06/11/2012 05:47 GMT

Universities' Financial Future Looks Bleak After Failure To Recruit Enough Students

Universities could be left cash-strapped and struggling to make ends meet after the rise in tuition fees meant many failed to recruit enough students.

Institutions may find their budgets under pressure as a review of the financial health of England's higher education sector revealed demand for places in 2012-13 has been lower than originally predicted.

This means England's universities are facing problems reaching their recruitment targets, increasing the risk their finances will be worse than expected.

The report, by the Higher Education Funding Council for England (HEFCE), examines the financial health of England's universities from 2011-12 to the forecasts for 2014-15.

It concludes the projected performance of the HE sector up to 2014-15 is sound but only if universities achieve their student recruitment targets.

For this academic year, the first year where students are paying fees of up to £9,000 per year, Ucas figures suggest demand is lower than expected.

The publication identifies "key risks" in the higher education sector's financial sustainability, including:

  • Fall in student retention in an increasingly competitive market
  • Failure to effectively manage major capital investment programmes and their financial impacts
  • Failure to achieve growth in overseas fee income
  • Failure to comply with UKBA requirements resulting in removal of ability to sponsor non-EU students.

HEFCE's discussions with universities also shows that some institutions are facing problems attracting students and that their enrolments will be down by more than planned.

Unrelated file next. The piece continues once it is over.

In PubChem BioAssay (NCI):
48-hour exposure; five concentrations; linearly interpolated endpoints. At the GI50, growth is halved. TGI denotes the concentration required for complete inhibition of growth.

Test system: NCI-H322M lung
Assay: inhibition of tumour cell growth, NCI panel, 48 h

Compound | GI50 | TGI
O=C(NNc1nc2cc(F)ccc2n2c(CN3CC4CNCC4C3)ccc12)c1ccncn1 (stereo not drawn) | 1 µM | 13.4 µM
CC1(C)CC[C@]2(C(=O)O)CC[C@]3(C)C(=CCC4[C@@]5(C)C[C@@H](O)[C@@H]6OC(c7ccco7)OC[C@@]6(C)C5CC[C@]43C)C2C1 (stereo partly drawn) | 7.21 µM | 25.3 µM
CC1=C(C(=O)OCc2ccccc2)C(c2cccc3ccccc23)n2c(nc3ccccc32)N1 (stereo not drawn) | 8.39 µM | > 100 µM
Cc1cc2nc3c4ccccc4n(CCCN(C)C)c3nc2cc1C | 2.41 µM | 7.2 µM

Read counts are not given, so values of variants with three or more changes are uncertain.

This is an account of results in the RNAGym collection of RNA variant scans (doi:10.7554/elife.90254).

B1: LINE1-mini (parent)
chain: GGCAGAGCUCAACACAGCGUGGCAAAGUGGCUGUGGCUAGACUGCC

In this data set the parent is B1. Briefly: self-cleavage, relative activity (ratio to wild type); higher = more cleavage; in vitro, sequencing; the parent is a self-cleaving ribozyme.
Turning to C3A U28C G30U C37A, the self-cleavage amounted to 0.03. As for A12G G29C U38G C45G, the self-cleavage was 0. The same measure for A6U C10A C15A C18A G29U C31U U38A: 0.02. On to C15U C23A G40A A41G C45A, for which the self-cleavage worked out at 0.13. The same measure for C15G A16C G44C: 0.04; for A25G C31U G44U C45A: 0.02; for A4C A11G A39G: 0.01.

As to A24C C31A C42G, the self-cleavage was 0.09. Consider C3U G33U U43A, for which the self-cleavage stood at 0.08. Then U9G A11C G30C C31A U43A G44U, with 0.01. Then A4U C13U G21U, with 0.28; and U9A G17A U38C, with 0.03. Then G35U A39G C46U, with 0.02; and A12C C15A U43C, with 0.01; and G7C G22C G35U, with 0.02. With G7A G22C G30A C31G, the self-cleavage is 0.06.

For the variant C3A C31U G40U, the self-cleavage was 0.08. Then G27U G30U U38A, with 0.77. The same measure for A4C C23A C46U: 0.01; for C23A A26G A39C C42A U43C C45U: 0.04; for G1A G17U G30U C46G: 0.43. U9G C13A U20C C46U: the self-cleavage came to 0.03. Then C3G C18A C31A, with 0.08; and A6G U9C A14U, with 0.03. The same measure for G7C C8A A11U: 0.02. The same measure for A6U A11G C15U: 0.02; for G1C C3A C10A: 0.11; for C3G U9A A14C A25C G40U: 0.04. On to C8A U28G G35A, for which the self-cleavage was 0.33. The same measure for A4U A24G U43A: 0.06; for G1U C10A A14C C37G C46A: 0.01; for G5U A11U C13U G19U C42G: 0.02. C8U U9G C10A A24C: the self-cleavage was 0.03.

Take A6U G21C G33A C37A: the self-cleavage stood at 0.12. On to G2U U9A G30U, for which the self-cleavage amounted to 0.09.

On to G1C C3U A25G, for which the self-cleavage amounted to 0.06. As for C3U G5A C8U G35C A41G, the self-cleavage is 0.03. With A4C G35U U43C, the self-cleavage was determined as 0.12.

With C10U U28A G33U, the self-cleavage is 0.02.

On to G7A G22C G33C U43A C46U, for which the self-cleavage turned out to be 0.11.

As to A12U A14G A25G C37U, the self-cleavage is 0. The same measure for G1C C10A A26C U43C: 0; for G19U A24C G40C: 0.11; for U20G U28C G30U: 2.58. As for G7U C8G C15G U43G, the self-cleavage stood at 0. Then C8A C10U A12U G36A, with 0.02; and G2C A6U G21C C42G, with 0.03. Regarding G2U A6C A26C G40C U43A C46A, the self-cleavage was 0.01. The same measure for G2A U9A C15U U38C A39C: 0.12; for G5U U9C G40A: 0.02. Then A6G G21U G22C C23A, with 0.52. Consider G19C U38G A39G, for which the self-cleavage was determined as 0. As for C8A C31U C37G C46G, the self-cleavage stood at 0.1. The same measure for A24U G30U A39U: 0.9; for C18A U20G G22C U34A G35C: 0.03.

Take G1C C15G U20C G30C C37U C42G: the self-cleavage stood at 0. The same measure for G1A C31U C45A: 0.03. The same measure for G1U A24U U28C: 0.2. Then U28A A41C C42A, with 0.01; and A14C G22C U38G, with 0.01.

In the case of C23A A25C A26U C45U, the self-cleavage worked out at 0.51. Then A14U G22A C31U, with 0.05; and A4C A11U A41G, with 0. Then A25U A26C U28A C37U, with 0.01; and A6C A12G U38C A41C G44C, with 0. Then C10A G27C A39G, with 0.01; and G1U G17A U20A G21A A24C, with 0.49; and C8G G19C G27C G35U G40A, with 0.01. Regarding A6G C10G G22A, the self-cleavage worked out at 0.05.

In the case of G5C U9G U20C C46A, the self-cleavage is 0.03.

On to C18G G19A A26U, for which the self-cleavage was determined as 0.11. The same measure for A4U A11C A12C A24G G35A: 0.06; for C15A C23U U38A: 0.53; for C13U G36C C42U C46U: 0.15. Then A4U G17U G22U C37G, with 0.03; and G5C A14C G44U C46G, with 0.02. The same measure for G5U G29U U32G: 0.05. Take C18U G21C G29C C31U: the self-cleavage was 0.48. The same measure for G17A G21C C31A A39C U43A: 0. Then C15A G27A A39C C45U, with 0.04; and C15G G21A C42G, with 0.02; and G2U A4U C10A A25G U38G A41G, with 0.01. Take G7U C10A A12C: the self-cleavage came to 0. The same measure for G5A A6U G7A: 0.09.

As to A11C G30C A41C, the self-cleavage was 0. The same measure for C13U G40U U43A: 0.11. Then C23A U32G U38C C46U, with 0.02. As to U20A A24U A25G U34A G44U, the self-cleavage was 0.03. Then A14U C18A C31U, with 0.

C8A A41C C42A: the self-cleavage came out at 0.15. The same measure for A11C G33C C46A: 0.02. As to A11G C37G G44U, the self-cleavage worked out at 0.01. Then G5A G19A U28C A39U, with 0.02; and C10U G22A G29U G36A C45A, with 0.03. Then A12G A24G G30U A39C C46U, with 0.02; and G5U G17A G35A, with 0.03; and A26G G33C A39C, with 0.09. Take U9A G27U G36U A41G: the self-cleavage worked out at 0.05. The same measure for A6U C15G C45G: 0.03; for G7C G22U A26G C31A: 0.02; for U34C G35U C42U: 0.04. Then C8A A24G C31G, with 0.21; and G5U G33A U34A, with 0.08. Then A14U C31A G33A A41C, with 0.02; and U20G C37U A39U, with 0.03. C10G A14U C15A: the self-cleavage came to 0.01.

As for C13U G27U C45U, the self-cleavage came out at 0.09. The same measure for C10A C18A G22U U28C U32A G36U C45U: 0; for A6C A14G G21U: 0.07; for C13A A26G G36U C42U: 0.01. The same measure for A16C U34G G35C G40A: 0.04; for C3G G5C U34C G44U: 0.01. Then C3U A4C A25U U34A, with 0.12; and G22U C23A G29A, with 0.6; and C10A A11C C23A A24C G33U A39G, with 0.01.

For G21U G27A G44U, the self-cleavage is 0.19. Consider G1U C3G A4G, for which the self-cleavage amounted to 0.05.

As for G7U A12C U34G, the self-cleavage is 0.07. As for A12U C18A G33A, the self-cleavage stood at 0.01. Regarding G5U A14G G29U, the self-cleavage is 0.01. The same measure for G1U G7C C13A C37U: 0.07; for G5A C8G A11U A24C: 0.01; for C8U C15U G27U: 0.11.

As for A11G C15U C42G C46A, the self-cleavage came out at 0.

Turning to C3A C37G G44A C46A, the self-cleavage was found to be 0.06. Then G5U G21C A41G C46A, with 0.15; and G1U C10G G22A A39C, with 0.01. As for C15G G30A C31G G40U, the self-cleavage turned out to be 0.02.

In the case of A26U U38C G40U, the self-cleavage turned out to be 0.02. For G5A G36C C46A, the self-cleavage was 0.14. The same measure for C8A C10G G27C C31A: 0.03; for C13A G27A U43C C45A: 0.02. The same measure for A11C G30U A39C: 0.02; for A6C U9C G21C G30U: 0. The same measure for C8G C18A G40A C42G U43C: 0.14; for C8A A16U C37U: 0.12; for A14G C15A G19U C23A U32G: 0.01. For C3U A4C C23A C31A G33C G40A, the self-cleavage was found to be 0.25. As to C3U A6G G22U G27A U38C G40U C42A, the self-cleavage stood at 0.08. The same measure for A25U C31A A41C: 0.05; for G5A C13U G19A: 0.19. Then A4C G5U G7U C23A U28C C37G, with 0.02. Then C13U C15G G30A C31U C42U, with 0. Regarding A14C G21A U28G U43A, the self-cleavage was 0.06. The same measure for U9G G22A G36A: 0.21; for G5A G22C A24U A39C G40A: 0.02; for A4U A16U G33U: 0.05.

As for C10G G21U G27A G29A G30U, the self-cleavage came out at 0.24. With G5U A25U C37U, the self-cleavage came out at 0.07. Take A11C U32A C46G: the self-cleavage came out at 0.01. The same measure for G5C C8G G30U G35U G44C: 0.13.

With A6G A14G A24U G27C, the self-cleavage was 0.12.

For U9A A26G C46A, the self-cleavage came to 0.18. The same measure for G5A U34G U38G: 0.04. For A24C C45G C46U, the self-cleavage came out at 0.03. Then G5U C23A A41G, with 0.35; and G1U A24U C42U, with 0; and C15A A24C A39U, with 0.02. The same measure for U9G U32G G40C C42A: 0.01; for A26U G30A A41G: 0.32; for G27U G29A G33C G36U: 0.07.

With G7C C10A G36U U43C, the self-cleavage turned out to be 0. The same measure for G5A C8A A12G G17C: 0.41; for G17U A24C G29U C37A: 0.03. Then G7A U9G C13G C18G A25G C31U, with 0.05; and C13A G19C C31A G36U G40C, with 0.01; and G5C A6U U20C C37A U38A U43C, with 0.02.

This could "necessitate these institutions to revisit their financial forecasts," the report says.

HEFCE chief executive Sir Alan Langlands said: "Universities and colleges are projecting sound financial results to 2014-15.

However, these forecasts were made in June 2012, prior to the latest student recruitment cycle. Some institutions have experienced difficulties in achieving their recruitment targets, and may face budgetary pressures as a result.

"Despite this, the overall financial position is satisfactory, although reductions in public funding, especially for capital investment, mean that institutions will need to deploy more of their own resources to maintain their estates. This will ensure the long term sustainability of educational and research programmes and a high quality student experience."

The report also warns the UK Border Agency's (UKBA) decision to revoke London Metropolitan University's licence to sponsor international students could damage the UK's reputation for higher education overseas.

This could lead to a fall in applications from international students, whose fees are a "significant" source of income for many institutions, it says.

In September, London Met was granted permission to apply for judicial review at the High Court over UKBA's decision.